The photo on the left above shows the same two plants repotted, each in its own can. Note that the plant on the left branches lower down, while the one on the right has a single trunk. The photo on the right above shows the two plants after pruning. For the plant on the left I mostly opened up the trunks, removed some lower branches, and trimmed back the top to a rounded form. For the one on the left, I pruned it back severely to show the trunk, and I reduced the top to a small ball. The upper foliage on both plants will increase in size and density with time. Branches that are wrapped with wire can be bent into more interesting forms. Boxwood train quite readily with wire. Because it was thinned so severely and is so open, the single-trunk tree on the right needs wiring.


Another boxwood prior to pruning The photo at the left shows another boxwood in the can. The photo below shows the same plant after pruning. I removed the foliage from the lower part of the tree to expose the branching, and trimmed the top into a rounded shape.

The second boxwood after pruning


Trains and plants The photos at the left and below show my two functioning trains. The larger engine is a Bachmann "Big Hauler" 4-6-0 Christmas Train; the train, sound car, and cars came in a set. The smaller engine is an LGB "Daisy" 0-4-0; the flat car and caboose were "kit-bashed" from a Bachmann caboose.


Trains and plants I placed a layer of peat moss on the ground to prevent erosion. I slowly began placing ground covering plants around the layout. However, in Oklahoma, selection of groundcovers that will tolerate the summer heat and the winter frost is low, and the prices are high.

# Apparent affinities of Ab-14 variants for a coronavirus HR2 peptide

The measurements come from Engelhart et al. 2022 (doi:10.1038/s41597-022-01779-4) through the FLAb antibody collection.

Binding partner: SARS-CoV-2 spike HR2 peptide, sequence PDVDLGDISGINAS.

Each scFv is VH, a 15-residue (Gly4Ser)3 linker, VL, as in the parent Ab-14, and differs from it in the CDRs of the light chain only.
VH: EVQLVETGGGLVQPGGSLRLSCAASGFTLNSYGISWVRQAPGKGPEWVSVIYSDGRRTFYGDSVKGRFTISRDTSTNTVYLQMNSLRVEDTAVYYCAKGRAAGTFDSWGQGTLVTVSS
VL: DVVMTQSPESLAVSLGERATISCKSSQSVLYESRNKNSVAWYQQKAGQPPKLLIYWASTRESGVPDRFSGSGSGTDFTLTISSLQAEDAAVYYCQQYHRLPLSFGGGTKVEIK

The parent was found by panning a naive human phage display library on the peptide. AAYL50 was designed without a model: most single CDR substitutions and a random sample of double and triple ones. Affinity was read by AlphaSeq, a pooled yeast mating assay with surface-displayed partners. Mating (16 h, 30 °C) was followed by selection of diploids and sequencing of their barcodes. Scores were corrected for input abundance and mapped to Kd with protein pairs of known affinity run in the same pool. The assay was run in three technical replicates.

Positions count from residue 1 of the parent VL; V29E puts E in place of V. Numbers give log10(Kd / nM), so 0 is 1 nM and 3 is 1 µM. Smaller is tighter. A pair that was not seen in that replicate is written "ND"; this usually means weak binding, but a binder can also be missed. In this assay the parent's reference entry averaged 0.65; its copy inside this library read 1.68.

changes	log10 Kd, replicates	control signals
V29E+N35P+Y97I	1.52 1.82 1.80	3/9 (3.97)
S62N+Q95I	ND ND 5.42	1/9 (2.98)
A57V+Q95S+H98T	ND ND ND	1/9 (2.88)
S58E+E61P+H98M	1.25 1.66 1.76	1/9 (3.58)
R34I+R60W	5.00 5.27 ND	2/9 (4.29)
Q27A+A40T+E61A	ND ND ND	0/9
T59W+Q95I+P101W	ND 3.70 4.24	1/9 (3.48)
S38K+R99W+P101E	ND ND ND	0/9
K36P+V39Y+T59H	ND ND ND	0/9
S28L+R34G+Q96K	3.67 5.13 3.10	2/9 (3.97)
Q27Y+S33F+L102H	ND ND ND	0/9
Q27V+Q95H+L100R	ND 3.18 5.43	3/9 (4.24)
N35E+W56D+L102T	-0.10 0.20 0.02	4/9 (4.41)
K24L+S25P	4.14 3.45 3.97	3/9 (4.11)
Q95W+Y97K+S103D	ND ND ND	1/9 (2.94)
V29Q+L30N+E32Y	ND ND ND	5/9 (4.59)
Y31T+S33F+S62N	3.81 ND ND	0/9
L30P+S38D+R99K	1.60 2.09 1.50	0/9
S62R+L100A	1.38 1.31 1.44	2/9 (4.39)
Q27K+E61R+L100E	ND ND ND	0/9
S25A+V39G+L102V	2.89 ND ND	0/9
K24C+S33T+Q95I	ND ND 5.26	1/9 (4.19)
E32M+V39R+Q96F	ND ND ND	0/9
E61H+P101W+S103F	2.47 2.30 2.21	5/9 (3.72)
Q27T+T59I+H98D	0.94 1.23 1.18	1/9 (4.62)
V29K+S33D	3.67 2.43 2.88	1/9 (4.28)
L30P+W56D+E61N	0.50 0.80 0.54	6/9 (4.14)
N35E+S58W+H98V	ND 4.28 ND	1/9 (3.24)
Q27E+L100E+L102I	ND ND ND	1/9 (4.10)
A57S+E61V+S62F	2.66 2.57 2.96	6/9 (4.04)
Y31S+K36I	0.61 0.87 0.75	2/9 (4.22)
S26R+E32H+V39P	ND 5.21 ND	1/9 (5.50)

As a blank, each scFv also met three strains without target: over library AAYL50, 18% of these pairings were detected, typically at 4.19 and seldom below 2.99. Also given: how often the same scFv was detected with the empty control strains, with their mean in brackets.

Sedum bed after one year in early MayIn the spring of 2005, I experimented with several ground covers. I started with sedum for two reasons - 1) I could transplant it for free from an area in my flowerbeds, and 2) I knew that I could get thousands of "starts" from cuttings. I pulled and cut several hundred sedum stems and planted each in a shallow screwdriver hole. I got 100 percent growth. I had complete ground coverage in about three months. The photo at the left shows sedum after about a month out of winter dormancy. Note that it does creep over the track; I have to trim it back with scissors every few weeks in the spring and summer. The photo below shows how the sedum fills in around rocks and other features. Note in the The sedum dies back to ground level in the winter, but the root system shields the ground against erosion and rainsplash.

Sedum bed along rockwork


Mixed beds of sedum, golden moneywort, and green moneywort The photo on the left shows sedum and two varieties of moneywort - golden and green. The moneywort is a little out of scale, but it was relatively cheap and spreads fast. It creeps over the track and must be trimmed back regularly. The moneywort in the photo is still coming out of winter dormancy.


Mixed beds of sedum, golden moneywort, and green moneywort The photo on the left shows sedum (background) and two varieties (golden and green) of creeping jenny or moneywort in August 2006.


Bed adjacent to railway garden I also planted an adjacent bed (outside the railway garden) with a simlar selection of plants to make the railway garden look less like an "island." Because the plants in this bed were not planted in the containers, they are expected to reach their normal sizes.



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Shoppe Foreman is the family website of Larry and Sandy Foreman.
Revised November 2008.